PULLMAN, Wash. — A Washington State University freshman diagnosed with Type C meningococcal meningitis is expected to recover with no lasting problems, according to a health official at WSU Health and Wellness Services familiar with her case.

Dr. Bruce Wright, director of Health and Wellness Services, said the 18-year-old member of Kappa Kappa Gamma sorority was released from Sacred Heart Medical Center last week and is continuing her recovery at her parents’ home. She was diagnosed with the illness March 12 after seeking treatment at Health and Wellness Services and was flown to Spokane after physicians at HWS and Pullman Memorial Hospital stabilized her condition.

Wright said a quick diagnosis by medical staff in Pullman likely helped save the woman’s life. “Our medical staff are alert to medical problems that are found in college students,” he said. “Our nurses took one look and immediately prepared for her treatment as a physician was called. They hit the ground running.

“The PMH staff did an excellent job of treating the acute, severe complications of her illness and stabilizing her for transport to Sacred Heart,” Wright said.

College students tend to be more susceptible to the bacterial form of meningitis, an infectious inflammation of the tissues that cover the brain and spinal cord. Four WSU students have been diagnosed with the illness during the last seven years.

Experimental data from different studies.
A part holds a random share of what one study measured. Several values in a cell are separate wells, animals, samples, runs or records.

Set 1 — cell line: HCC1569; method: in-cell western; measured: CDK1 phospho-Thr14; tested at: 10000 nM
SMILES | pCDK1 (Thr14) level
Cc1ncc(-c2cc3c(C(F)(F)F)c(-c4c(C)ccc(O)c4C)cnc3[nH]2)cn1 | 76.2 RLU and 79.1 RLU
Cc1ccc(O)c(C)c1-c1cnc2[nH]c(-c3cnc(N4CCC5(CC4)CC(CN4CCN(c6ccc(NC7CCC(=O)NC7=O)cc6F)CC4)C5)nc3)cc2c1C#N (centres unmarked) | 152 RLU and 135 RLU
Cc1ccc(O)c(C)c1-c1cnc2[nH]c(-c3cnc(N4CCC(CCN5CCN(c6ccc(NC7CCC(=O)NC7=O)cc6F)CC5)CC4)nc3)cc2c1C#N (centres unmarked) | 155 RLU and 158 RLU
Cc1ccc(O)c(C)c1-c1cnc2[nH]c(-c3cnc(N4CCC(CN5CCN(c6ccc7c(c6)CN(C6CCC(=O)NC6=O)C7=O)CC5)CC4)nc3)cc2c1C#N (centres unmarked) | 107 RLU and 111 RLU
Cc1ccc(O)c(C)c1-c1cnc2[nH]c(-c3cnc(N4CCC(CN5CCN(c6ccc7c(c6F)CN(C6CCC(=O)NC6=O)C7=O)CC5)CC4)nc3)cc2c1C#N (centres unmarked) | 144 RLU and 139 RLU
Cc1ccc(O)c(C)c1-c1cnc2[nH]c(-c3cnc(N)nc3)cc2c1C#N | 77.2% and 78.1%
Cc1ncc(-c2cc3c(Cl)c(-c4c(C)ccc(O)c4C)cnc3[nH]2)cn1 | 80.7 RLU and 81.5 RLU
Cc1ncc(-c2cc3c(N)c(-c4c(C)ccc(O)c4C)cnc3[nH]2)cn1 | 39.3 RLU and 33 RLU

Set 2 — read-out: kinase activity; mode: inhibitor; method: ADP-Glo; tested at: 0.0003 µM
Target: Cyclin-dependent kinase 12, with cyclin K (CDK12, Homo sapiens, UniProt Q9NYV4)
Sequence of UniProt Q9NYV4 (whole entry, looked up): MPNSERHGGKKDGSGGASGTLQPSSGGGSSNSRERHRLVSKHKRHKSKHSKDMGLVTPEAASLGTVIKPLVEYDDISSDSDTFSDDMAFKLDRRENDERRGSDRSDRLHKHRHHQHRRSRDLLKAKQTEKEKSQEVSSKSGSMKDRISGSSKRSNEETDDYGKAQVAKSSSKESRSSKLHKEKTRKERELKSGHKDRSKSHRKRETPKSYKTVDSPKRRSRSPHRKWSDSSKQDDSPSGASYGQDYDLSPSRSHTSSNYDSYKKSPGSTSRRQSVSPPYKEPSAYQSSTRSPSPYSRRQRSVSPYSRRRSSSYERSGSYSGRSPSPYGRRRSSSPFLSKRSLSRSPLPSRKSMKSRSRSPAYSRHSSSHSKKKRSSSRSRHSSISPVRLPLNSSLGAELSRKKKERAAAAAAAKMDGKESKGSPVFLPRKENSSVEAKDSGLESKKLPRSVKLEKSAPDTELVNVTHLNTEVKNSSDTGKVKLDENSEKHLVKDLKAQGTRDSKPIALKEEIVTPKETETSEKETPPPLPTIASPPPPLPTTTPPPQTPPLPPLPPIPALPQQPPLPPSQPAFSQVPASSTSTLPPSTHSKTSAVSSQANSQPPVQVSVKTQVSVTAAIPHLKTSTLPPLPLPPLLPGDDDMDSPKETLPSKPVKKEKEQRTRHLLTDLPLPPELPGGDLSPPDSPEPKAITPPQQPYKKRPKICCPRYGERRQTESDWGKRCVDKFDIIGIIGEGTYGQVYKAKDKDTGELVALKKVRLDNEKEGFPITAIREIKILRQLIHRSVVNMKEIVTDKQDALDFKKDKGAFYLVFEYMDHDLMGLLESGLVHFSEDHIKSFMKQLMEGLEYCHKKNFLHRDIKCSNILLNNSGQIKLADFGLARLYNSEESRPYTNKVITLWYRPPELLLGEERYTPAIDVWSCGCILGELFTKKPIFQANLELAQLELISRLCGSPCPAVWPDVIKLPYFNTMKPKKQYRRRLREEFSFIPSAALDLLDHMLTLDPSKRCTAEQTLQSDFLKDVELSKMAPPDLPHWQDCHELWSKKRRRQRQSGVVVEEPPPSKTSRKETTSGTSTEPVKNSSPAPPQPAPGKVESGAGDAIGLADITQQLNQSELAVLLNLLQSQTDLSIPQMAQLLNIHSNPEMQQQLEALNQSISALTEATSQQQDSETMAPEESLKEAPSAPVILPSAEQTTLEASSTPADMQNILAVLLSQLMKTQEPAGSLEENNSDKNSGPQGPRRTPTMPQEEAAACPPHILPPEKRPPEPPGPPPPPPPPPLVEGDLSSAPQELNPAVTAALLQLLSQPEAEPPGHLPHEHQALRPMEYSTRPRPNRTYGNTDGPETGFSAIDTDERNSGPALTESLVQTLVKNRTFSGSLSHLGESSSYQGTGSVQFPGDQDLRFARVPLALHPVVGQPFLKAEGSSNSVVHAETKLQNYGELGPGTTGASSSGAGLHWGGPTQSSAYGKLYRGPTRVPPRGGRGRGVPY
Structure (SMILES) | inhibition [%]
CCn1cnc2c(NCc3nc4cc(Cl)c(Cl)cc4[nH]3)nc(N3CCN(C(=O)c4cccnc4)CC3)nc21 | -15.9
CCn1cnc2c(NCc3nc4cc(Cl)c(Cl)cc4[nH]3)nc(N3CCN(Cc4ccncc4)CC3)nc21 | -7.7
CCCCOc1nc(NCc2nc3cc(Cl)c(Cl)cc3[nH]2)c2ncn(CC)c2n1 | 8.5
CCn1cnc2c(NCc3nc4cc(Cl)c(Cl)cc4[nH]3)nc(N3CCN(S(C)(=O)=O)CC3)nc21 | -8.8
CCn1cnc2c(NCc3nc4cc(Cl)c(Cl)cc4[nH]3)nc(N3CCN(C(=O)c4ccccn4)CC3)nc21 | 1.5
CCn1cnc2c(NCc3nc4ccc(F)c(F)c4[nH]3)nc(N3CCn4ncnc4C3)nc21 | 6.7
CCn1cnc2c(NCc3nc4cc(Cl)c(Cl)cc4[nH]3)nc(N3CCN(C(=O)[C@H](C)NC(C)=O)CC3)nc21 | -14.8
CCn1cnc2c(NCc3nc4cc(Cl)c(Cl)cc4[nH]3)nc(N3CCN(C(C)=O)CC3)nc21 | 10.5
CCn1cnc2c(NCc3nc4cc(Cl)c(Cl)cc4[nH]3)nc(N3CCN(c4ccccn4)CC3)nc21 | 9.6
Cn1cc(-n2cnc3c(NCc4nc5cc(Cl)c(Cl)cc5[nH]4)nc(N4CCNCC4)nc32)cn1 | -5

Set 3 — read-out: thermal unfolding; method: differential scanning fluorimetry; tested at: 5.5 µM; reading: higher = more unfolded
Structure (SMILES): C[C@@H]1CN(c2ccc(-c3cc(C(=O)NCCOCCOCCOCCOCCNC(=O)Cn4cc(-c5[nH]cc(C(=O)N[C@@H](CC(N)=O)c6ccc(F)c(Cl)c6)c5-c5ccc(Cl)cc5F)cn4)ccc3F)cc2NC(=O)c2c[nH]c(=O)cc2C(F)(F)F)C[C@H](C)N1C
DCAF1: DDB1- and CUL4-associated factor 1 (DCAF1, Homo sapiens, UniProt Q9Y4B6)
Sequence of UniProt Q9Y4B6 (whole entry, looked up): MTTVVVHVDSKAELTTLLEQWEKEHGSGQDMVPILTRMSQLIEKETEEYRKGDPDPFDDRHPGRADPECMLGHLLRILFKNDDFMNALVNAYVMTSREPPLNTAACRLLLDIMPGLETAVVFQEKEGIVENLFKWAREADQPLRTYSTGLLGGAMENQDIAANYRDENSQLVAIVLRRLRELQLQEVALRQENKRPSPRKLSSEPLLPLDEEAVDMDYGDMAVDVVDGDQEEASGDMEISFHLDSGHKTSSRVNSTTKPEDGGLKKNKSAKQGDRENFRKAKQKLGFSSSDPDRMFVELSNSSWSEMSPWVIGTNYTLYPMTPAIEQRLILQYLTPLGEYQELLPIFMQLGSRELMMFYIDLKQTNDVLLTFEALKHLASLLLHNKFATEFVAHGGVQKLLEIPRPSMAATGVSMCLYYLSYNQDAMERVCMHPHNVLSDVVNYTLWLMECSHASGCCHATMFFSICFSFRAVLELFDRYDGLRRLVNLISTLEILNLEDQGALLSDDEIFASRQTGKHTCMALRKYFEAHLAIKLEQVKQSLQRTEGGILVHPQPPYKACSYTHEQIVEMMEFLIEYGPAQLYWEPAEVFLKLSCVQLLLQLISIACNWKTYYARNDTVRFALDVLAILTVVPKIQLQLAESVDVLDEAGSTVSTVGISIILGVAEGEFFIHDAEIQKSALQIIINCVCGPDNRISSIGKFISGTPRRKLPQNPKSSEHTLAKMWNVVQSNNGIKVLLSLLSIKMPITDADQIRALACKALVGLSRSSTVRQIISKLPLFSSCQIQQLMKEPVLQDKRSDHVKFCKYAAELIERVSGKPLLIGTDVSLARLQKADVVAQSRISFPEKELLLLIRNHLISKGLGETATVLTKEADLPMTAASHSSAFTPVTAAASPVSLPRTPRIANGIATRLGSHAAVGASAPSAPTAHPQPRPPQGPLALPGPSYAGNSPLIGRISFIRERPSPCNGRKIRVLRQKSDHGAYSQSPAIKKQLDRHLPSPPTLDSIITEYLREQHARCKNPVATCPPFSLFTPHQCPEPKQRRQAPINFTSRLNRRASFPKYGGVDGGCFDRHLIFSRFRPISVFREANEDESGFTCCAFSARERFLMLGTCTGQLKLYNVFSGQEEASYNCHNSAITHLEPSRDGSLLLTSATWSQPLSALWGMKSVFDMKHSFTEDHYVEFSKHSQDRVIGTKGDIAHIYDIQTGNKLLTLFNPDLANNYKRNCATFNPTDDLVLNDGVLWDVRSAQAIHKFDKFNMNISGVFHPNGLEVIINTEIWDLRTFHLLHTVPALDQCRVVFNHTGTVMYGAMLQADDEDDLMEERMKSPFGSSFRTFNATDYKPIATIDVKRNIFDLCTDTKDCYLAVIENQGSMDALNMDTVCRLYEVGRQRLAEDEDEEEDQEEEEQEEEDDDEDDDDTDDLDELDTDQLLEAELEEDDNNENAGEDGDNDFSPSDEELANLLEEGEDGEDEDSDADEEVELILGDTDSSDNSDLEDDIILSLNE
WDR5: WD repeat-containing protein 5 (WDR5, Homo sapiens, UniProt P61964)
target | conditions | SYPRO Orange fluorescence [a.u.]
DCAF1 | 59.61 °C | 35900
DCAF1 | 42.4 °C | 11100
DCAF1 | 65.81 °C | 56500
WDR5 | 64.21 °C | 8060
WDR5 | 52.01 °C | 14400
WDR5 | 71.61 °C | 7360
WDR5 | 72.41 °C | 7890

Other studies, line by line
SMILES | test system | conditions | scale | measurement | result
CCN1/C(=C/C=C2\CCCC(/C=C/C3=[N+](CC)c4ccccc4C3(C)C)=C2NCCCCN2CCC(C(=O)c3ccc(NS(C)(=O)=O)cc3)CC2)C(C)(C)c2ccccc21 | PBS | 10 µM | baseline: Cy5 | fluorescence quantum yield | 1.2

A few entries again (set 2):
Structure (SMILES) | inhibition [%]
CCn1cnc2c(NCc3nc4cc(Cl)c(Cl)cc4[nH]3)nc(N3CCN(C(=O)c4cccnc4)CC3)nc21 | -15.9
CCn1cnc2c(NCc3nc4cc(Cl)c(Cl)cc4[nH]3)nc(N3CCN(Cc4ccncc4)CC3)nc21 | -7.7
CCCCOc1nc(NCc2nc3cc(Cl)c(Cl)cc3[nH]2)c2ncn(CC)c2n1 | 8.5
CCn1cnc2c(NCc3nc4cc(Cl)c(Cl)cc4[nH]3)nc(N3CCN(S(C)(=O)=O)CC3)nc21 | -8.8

Even with the low incident rate, WSU health officials say college students should consider having the vaccine that can protect against four of the five types of bacterial meningitis, including the type contracted by the WSU student. Several hundred immunizations for meningitis are typically administered to WSU students each year. Wright said some 300 students were vaccinated in March and he expects more to get the vaccine in coming weeks.

The vaccine costs $65 and is available at the Health and Wellness Center. A single dose of the vaccine is recommended but it will not totally eliminate the risk of the disease. The vaccine protects against four out of five strains of N. meningitides, the bacteria that causes meningitis.

About 3,000 cases of meningococcal disease occur each year in the United States, and in 10 to 13 percent of cases, patients die despite receiving antibiotics early in the illness. Of those who survive, an additional 10 percent suffer sever aftereffects, including mental retardation, hearing loss and loss of limbs, according to the Centers for Disease Control and Prevention.